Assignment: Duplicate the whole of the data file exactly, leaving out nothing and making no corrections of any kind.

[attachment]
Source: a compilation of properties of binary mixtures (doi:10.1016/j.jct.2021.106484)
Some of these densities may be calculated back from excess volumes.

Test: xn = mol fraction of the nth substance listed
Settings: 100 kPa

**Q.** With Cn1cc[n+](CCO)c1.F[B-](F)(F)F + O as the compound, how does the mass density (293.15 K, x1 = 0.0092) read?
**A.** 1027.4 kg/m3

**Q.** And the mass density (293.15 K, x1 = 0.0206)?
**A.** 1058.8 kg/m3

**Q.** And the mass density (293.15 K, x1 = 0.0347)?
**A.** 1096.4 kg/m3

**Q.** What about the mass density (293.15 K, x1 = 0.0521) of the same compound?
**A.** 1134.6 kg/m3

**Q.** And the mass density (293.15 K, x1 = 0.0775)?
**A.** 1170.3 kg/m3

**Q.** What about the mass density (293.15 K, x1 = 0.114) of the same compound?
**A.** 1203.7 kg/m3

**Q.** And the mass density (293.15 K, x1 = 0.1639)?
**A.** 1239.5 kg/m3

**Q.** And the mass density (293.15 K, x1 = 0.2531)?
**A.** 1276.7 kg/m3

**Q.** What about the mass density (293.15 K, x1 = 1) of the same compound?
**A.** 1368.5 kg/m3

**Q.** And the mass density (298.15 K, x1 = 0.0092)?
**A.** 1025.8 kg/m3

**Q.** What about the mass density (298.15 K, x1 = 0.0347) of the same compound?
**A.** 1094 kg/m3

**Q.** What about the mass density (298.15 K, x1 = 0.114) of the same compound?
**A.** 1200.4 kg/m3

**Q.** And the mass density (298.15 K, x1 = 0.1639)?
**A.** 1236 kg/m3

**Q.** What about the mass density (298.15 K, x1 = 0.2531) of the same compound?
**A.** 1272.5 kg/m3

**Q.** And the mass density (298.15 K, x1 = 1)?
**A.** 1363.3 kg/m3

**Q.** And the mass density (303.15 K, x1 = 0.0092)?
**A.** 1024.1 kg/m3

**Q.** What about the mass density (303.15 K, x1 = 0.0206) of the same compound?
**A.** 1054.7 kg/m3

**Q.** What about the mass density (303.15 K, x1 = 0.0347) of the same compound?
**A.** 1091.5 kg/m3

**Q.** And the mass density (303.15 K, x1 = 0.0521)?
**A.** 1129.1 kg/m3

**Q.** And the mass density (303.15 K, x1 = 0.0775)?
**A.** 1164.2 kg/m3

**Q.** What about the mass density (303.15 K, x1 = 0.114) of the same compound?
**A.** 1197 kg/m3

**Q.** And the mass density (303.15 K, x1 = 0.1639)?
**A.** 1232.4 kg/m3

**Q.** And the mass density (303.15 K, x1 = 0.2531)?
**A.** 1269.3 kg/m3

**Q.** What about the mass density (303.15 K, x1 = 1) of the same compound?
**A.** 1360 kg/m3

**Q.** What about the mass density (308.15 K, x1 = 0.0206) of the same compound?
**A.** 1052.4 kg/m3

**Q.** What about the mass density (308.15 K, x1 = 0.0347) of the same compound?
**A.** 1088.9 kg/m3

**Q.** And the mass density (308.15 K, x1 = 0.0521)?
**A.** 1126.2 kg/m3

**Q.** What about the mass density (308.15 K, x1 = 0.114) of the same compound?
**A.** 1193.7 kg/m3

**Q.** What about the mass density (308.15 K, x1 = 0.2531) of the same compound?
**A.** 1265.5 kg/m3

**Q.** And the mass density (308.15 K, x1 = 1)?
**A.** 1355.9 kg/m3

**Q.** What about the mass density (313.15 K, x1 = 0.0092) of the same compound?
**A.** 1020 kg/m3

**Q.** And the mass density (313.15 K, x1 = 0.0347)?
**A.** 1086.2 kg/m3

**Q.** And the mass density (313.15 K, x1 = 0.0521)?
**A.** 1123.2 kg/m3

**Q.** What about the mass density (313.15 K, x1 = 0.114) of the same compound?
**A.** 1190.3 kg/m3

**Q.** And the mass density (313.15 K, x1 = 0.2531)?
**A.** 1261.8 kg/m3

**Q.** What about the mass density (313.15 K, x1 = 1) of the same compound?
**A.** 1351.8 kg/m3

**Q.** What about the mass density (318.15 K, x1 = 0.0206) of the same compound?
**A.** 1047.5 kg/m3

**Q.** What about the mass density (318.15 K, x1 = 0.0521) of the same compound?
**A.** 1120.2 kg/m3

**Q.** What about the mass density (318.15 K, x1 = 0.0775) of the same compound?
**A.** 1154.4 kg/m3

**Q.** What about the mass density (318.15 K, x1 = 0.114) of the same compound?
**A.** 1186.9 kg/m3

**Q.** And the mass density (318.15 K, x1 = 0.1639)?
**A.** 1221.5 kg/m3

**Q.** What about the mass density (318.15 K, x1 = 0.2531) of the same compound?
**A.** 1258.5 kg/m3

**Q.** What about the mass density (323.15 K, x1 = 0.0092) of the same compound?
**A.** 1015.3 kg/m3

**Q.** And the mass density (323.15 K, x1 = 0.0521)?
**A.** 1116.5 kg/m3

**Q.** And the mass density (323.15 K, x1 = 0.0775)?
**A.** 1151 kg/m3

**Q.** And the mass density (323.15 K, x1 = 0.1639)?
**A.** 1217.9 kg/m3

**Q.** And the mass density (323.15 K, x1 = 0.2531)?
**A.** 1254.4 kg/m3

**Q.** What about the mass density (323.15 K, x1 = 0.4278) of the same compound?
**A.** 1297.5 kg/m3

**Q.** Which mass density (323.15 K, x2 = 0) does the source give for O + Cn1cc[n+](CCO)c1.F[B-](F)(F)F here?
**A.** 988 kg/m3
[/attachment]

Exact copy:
Source: a compilation of properties of binary mixtures (doi:10.1016/j.jct.2021.106484)
Some of these densities may be calculated back from excess volumes.

Test: xn = mol fraction of the nth substance listed
Settings: 100 kPa

**Q.** With Cn1cc[n+](CCO)c1.F[B-](F)(F)F + O as the compound, how does the mass density (293.15 K, x1 = 0.0092) read?
**A.** 1027.4 kg/m3

**Q.** And the mass density (293.15 K, x1 = 0.0206)?
**A.** 1058.8 kg/m3

**Q.** And the mass density (293.15 K, x1 = 0.0347)?
**A.** 1096.4 kg/m3

**Q.** What about the mass density (293.15 K, x1 = 0.0521) of the same compound?
**A.** 1134.6 kg/m3

**Q.** And the mass density (293.15 K, x1 = 0.0775)?
**A.** 1170.3 kg/m3

**Q.** What about the mass density (293.15 K, x1 = 0.114) of the same compound?
**A.** 1203.7 kg/m3

**Q.** And the mass density (293.15 K, x1 = 0.1639)?
**A.** 1239.5 kg/m3

**Q.** And the mass density (293.15 K, x1 = 0.2531)?
**A.** 1276.7 kg/m3

**Q.** What about the mass density (293.15 K, x1 = 1) of the same compound?
**A.** 1368.5 kg/m3

**Q.** And the mass density (298.15 K, x1 = 0.0092)?
**A.** 1025.8 kg/m3

**Q.** What about the mass density (298.15 K, x1 = 0.0347) of the same compound?
**A.** 1094 kg/m3

**Q.** What about the mass density (298.15 K, x1 = 0.114) of the same compound?
**A.** 1200.4 kg/m3

**Q.** And the mass density (298.15 K, x1 = 0.1639)?
**A.** 1236 kg/m3

**Q.** What about the mass density (298.15 K, x1 = 0.2531) of the same compound?
**A.** 1272.5 kg/m3

**Q.** And the mass density (298.15 K, x1 = 1)?
**A.** 1363.3 kg/m3

**Q.** And the mass density (303.15 K, x1 = 0.0092)?
**A.** 1024.1 kg/m3

**Q.** What about the mass density (303.15 K, x1 = 0.0206) of the same compound?
**A.** 1054.7 kg/m3

**Q.** What about the mass density (303.15 K, x1 = 0.0347) of the same compound?
**A.** 1091.5 kg/m3

**Q.** And the mass density (303.15 K, x1 = 0.0521)?
**A.** 1129.1 kg/m3

**Q.** And the mass density (303.15 K, x1 = 0.0775)?
**A.** 1164.2 kg/m3

**Q.** What about the mass density (303.15 K, x1 = 0.114) of the same compound?
**A.** 1197 kg/m3

**Q.** And the mass density (303.15 K, x1 = 0.1639)?
**A.** 1232.4 kg/m3

**Q.** And the mass density (303.15 K, x1 = 0.2531)?
**A.** 1269.3 kg/m3

**Q.** What about the mass density (303.15 K, x1 = 1) of the same compound?
**A.** 1360 kg/m3

**Q.** What about the mass density (308.15 K, x1 = 0.0206) of the same compound?
**A.** 1052.4 kg/m3

**Q.** What about the mass density (308.15 K, x1 = 0.0347) of the same compound?
**A.** 1088.9 kg/m3

**Q.** And the mass density (308.15 K, x1 = 0.0521)?
**A.** 1126.2 kg/m3

**Q.** What about the mass density (308.15 K, x1 = 0.114) of the same compound?
**A.** 1193.7 kg/m3

**Q.** What about the mass density (308.15 K, x1 = 0.2531) of the same compound?
**A.** 1265.5 kg/m3

**Q.** And the mass density (308.15 K, x1 = 1)?
**A.** 1355.9 kg/m3

**Q.** What about the mass density (313.15 K, x1 = 0.0092) of the same compound?
**A.** 1020 kg/m3

**Q.** And the mass density (313.15 K, x1 = 0.0347)?
**A.** 1086.2 kg/m3

**Q.** And the mass density (313.15 K, x1 = 0.0521)?
**A.** 1123.2 kg/m3

**Q.** What about the mass density (313.15 K, x1 = 0.114) of the same compound?
**A.** 1190.3 kg/m3

**Q.** And the mass density (313.15 K, x1 = 0.2531)?
**A.** 1261.8 kg/m3

**Q.** What about the mass density (313.15 K, x1 = 1) of the same compound?
**A.** 1351.8 kg/m3

**Q.** What about the mass density (318.15 K, x1 = 0.0206) of the same compound?
**A.** 1047.5 kg/m3

**Q.** What about the mass density (318.15 K, x1 = 0.0521) of the same compound?
**A.** 1120.2 kg/m3

**Q.** What about the mass density (318.15 K, x1 = 0.0775) of the same compound?
**A.** 1154.4 kg/m3

**Q.** What about the mass density (318.15 K, x1 = 0.114) of the same compound?
**A.** 1186.9 kg/m3

**Q.** And the mass density (318.15 K, x1 = 0.1639)?
**A.** 1221.5 kg/m3

**Q.** What about the mass density (318.15 K, x1 = 0.2531) of the same compound?
**A.** 1258.5 kg/m3

**Q.** What about the mass density (323.15 K, x1 = 0.0092) of the same compound?
**A.** 1015.3 kg/m3

**Q.** And the mass density (323.15 K, x1 = 0.0521)?
**A.** 1116.5 kg/m3

**Q.** And the mass density (323.15 K, x1 = 0.0775)?
**A.** 1151 kg/m3

**Q.** And the mass density (323.15 K, x1 = 0.1639)?
**A.** 1217.9 kg/m3

**Q.** And the mass density (323.15 K, x1 = 0.2531)?
**A.** 1254.4 kg/m3

**Q.** What about the mass density (323.15 K, x1 = 0.4278) of the same compound?
**A.** 1297.5 kg/m3

**Q.** Which mass density (323.15 K, x2 = 0) does the source give for O + Cn1cc[n+](CCO)c1.F[B-](F)(F)F here?
**A.** 988 kg/m3